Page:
Twitching Up Technology For Future Generations

Derek Fidler is an Amsterdam-based product manager and designer. He shares his experience on gaming, technology, and his predictions, hopes, and concerns for the future.

Ella Braimer Jones

25/06/2020 7 min read DESIGN DOGS

Derek is currently working at the San Francisco-based company, Twitch, a global community of millions who entertain themselves through gaming, esports and music. He is also involved in a non-profit organisation, ShelterTech, focusing on helping people who experience homelessness. His expertise in design allows us the opportunity to look at the world through his curious and visual, but also practical and philosophical perspective.

Derek gives a teaser into “Next Gen design,” the theme he will be exploring at Design Matters 20. He predicts where design and technology will take us in the future, how it will impact younger people, and specifically, the way we will see this manifest in the gaming industry.

First off, would you like to tell me about your work at Twitch?

I’ve been at Twitch for a year. My team build mobile-only experiences for markets in areas of the world where Twitch has historically not had a strong presence. My work at Twitch has been designing these mobile-only experiences — primarily in Latin America, but also in the Middle East and South East Asia.

Twitch is a company that bridges the gap between product and design, can you tell me a bit about how you bridge that gap?

One thing that’s really nice about Twitch is that designers have a lot of say in product decisions, it’s almost like a marriage between product and design. Whenever there’s a new feature being worked on, there’s always a lot of communication between the designer and the product manager, but design often leads the way.

In terms of our design, Twitch is a global community of people who love video games. Even if we don’t all play exactly the same games, we are kind of inundated by the same culture, the same memes, and the same characters that we all grew up with. It’s like how people feel about TV shows and TV characters that they grew up with, it’s the same for gamers.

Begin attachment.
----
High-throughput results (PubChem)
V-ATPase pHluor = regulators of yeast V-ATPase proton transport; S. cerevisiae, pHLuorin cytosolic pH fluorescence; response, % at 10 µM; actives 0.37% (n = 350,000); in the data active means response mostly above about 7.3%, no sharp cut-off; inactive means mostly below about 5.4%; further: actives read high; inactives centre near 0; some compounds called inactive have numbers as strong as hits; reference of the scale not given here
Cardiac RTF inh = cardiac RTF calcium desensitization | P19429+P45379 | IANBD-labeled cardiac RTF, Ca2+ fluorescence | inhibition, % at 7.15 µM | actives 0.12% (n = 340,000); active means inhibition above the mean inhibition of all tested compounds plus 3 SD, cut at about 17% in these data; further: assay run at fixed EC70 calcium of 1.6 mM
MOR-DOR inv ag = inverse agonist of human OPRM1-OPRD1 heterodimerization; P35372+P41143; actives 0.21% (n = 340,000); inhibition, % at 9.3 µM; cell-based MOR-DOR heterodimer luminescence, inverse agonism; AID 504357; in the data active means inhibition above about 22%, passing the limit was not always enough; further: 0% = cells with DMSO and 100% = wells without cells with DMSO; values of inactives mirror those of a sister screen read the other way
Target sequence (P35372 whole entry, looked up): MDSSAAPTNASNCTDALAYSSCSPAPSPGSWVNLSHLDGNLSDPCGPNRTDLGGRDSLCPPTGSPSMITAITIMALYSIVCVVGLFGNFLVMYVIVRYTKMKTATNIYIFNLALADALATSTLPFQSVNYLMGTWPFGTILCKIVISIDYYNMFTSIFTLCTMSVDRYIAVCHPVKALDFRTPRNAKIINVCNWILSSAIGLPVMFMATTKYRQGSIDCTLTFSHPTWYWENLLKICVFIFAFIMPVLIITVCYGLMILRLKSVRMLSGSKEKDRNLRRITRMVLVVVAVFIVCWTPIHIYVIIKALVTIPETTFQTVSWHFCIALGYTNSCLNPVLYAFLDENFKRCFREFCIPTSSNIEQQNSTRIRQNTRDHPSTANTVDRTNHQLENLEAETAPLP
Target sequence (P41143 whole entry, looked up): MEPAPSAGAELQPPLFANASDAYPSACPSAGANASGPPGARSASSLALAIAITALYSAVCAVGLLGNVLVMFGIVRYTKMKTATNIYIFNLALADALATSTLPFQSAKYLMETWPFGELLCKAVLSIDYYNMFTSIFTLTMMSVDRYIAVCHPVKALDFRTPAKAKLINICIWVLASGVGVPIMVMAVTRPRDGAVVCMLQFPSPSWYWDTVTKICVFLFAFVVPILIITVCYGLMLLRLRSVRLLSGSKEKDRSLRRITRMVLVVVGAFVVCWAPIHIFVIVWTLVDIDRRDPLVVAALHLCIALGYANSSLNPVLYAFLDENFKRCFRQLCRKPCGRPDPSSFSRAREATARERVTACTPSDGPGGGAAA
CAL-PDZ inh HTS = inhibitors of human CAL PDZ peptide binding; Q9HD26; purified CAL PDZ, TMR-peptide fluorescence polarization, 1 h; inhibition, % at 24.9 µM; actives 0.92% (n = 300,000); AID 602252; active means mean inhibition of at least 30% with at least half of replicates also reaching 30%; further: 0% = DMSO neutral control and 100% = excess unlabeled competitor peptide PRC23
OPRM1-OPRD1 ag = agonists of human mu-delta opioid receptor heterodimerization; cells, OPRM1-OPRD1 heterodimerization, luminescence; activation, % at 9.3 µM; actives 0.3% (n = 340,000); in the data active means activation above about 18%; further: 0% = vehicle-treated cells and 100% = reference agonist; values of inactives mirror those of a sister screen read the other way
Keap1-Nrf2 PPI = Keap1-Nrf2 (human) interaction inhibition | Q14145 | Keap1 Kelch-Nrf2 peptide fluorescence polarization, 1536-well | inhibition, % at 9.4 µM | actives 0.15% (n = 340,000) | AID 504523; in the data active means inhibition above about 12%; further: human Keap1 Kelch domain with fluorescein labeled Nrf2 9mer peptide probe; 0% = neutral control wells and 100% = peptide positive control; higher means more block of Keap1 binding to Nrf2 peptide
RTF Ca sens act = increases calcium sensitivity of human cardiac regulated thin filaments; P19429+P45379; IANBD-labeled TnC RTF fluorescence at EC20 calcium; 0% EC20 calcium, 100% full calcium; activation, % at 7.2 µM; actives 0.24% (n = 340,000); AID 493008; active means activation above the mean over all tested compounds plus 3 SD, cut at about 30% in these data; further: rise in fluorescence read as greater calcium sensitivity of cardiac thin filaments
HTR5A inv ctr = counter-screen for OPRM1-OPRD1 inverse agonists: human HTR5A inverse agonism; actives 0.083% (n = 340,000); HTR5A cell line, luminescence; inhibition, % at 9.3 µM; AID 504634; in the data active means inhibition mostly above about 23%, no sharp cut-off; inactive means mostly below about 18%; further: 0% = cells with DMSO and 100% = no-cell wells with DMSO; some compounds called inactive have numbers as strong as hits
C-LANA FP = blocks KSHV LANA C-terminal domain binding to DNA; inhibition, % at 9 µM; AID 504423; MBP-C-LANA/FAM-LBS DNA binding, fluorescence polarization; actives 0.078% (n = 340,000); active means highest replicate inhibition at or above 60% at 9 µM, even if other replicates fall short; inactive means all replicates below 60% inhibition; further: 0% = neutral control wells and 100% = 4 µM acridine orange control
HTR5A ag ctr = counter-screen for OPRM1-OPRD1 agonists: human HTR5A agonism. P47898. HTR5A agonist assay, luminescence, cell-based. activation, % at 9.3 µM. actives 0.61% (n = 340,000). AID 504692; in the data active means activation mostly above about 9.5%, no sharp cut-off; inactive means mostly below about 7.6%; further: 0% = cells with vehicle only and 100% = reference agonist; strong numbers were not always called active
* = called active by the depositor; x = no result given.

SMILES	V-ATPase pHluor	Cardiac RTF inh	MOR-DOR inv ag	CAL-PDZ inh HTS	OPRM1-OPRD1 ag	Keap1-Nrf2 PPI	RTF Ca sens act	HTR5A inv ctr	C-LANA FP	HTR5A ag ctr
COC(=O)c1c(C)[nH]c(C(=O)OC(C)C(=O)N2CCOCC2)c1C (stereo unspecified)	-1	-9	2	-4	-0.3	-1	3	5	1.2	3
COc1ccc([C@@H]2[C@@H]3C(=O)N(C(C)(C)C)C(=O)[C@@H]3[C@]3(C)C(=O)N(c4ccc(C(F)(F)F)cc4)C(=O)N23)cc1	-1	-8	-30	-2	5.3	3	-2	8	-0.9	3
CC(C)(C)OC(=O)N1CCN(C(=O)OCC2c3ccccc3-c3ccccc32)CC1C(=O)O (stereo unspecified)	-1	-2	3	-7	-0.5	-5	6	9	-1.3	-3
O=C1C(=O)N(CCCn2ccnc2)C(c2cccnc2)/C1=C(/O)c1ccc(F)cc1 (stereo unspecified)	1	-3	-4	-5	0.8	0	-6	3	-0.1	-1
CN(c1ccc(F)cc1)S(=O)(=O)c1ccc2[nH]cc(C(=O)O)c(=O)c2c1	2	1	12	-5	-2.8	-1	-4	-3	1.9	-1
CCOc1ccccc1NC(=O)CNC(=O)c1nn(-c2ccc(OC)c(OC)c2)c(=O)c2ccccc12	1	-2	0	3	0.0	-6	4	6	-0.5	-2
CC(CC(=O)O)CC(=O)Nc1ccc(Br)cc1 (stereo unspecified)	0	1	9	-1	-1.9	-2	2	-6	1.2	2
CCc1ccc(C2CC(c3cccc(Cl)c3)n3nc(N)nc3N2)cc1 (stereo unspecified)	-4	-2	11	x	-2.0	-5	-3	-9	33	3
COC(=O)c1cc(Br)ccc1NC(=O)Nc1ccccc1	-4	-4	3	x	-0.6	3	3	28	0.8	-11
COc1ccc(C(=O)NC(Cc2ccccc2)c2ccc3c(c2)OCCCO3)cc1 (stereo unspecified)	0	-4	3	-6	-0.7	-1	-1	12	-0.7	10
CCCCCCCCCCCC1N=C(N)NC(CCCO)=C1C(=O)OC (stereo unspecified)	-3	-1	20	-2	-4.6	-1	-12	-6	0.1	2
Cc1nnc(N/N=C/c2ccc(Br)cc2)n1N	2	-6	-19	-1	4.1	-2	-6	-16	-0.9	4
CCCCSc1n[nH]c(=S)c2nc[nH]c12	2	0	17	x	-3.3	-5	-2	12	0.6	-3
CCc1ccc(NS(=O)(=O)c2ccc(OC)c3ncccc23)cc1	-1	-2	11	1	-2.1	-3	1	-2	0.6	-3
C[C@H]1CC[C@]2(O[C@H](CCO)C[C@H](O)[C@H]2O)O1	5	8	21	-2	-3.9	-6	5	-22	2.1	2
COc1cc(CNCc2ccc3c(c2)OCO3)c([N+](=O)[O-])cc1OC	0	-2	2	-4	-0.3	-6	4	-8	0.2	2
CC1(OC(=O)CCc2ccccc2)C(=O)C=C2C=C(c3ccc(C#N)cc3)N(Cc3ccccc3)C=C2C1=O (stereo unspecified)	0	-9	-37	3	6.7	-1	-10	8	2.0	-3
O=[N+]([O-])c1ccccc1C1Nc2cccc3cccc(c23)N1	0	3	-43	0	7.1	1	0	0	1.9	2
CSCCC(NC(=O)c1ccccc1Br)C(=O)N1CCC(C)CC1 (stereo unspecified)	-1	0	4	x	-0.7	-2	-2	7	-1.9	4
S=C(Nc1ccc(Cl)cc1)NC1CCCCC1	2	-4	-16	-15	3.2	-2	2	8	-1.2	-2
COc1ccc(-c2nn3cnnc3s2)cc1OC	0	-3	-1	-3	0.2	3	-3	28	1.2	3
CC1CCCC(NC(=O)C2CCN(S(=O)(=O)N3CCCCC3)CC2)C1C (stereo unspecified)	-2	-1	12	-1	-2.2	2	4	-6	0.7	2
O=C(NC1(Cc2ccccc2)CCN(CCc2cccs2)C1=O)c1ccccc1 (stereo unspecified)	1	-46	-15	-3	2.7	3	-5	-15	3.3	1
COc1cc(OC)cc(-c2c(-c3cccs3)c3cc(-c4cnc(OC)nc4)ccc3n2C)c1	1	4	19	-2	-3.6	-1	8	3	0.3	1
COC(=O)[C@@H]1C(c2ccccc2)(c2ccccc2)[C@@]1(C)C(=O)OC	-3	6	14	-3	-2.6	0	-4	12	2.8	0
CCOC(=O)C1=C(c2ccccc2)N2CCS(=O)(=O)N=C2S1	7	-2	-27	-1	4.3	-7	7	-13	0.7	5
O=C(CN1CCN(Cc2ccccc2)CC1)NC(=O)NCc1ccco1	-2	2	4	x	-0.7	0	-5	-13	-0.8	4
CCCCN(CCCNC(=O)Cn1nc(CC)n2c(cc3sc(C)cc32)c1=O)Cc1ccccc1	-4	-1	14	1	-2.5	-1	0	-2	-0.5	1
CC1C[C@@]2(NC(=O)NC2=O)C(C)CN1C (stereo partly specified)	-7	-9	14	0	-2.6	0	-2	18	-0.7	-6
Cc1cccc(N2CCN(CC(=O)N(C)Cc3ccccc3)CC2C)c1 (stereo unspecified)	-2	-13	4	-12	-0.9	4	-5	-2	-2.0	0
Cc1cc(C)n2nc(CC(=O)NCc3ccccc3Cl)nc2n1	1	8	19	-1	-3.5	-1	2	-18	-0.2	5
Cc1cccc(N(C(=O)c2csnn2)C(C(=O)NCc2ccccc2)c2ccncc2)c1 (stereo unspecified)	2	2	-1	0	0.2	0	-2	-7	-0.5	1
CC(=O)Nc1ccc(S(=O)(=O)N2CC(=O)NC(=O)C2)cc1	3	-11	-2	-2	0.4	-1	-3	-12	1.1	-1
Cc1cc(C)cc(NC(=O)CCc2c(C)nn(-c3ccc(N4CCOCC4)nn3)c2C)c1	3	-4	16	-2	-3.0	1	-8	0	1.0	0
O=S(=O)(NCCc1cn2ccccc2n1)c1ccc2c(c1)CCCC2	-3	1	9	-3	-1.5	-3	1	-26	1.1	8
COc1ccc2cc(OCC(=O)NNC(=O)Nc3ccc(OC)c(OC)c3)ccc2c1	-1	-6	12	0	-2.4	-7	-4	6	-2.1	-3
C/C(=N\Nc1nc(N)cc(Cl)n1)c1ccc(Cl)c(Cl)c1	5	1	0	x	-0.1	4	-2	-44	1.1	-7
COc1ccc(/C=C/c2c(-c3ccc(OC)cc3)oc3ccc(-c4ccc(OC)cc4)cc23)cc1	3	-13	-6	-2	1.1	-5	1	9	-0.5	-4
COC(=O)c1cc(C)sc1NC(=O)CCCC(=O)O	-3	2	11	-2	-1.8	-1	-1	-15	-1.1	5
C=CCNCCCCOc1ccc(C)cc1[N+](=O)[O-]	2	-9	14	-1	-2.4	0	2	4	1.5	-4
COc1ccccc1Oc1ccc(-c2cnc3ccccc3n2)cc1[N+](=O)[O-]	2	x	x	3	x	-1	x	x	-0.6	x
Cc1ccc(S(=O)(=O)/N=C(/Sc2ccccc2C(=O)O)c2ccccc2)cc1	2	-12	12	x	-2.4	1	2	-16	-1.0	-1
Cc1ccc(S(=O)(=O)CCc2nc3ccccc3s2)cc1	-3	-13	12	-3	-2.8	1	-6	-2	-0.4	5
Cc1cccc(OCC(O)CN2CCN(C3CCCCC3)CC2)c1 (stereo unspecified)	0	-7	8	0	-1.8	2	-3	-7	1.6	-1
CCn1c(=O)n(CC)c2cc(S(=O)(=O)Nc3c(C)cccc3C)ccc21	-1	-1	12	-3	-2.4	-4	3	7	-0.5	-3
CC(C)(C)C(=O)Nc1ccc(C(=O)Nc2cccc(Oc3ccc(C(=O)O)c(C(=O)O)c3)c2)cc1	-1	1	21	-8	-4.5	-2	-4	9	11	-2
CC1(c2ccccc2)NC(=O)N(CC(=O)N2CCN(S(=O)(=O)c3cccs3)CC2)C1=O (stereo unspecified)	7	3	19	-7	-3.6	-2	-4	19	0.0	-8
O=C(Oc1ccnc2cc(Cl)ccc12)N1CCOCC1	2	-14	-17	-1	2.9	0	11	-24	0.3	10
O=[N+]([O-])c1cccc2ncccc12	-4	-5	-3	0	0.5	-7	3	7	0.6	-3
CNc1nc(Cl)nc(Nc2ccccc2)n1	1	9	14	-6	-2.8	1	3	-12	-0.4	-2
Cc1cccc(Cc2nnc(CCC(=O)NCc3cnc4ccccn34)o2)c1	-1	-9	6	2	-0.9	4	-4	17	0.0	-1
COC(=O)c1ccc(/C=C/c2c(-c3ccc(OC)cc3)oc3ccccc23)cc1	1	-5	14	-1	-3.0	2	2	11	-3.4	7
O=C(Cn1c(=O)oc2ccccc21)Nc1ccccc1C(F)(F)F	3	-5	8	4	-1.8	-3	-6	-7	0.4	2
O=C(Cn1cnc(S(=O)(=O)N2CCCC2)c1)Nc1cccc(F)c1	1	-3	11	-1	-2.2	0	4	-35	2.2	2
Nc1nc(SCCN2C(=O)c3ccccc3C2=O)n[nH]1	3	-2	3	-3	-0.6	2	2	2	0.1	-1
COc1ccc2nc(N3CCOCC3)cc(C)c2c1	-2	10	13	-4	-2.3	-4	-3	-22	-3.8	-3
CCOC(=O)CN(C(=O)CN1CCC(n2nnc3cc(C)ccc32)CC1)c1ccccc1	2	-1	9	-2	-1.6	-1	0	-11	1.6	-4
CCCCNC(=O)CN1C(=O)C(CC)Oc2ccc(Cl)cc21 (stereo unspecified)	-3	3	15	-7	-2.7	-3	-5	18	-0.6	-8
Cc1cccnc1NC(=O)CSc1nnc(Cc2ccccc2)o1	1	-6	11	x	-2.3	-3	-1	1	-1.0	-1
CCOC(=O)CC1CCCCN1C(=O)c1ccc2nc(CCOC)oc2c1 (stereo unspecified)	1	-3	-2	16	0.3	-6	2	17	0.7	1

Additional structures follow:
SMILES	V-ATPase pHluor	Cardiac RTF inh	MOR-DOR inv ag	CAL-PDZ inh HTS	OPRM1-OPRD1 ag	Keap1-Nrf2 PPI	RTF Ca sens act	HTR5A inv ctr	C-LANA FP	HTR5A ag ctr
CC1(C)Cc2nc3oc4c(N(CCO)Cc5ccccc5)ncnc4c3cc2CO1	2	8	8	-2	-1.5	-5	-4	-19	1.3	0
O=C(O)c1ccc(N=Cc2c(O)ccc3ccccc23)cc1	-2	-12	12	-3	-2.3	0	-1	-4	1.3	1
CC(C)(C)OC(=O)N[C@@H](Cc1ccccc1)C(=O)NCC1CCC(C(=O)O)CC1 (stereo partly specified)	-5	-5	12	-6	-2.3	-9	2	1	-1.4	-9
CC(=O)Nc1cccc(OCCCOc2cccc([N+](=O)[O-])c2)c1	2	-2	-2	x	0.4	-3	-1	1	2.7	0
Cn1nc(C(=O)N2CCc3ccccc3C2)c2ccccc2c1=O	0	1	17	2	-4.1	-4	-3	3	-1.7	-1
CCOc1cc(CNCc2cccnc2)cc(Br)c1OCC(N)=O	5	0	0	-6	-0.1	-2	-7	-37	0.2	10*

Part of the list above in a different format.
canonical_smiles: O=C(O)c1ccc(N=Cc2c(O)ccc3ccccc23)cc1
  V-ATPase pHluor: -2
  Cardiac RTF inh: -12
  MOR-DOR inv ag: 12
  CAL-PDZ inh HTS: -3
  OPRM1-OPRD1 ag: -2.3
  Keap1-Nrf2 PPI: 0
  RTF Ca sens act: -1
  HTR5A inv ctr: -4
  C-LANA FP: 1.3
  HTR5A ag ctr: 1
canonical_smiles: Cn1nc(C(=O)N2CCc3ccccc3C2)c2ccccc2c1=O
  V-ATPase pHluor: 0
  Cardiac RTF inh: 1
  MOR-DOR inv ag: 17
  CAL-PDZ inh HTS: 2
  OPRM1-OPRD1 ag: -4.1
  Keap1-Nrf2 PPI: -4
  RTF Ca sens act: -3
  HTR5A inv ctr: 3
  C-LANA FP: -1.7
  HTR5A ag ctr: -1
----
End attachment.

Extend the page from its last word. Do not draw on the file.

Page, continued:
What will design reveal to us in the future?

In developed countries, the proportion of mobile-only users is increasing. Whether out of choice or out of necessity, I actually think this is the future and Next Gen of design. In the U.S. we have a program which provides smartphone devices to people who fall within a low income bracket and can apply for a free phone. The act of getting a device and being able to connect with the internet is essentially a right. The devices are plentiful, but the experiences and designs for them are pretty far behind. Initially people were designing for web experiences or desktop experiences. That mentality has stuck around for a really really long time — especially in gaming- where HD and landscape screens are the standard gaming experience. If you are fortunate, you have a 4K device. We haven’t really thought as much about people gaming and interacting with the internet exclusively on phones.

In the US and Europe we keep thinking about bigger screens and more pixels, but we should be designing for the faster growing mobile-only market on smaller screens and limited bandwidth, too.

Does anything worry you in terms of the future direction of tech and design? Do you have any concerns about it?

I think people are realising that most experiences adapted from web aren’t good enough for mobile users. Coronavirus has brought a lot of attention to this issue. At ShelterTech, what we have seen is that thousands of students can’t connect with their teachers, access their coursework or read textbooks online because they actually only have a phone and none of these things are designed for phone experiences. You can’t take a test on a phone, but you can take a test on a laptop or a desktop. Those kinds of design problems exist, and they are only coming to light now because students cant go into a classroom.

I know that you’re interested in the differences between old economies and new emerging ones in terms of tech use and consumption. Could you tell me a bit about that?

There are gamers all over the world. Traditionally, the gaming experience has been quite narrowly defined by developed markets. P-C- and console gamers are hardcore gamer and mobile games are for casual gamers. In the last few years, there has been a dramatic shift in South East Asia, Latin America, the Middle East and Africa. People are moving really rapidly towards mobile gaming. Twitch is facing the challenge of keeping up with this change. We focus on the biggest block of existing customers, people who are at home watching on a P-C- on their couch. When we create a new feature, most of the time we roll it out to web first, and mobile comes later. But we’re growing faster on mobile, which is why my team is trying to flip that script and launch things on mobile first, if it makes sense of course.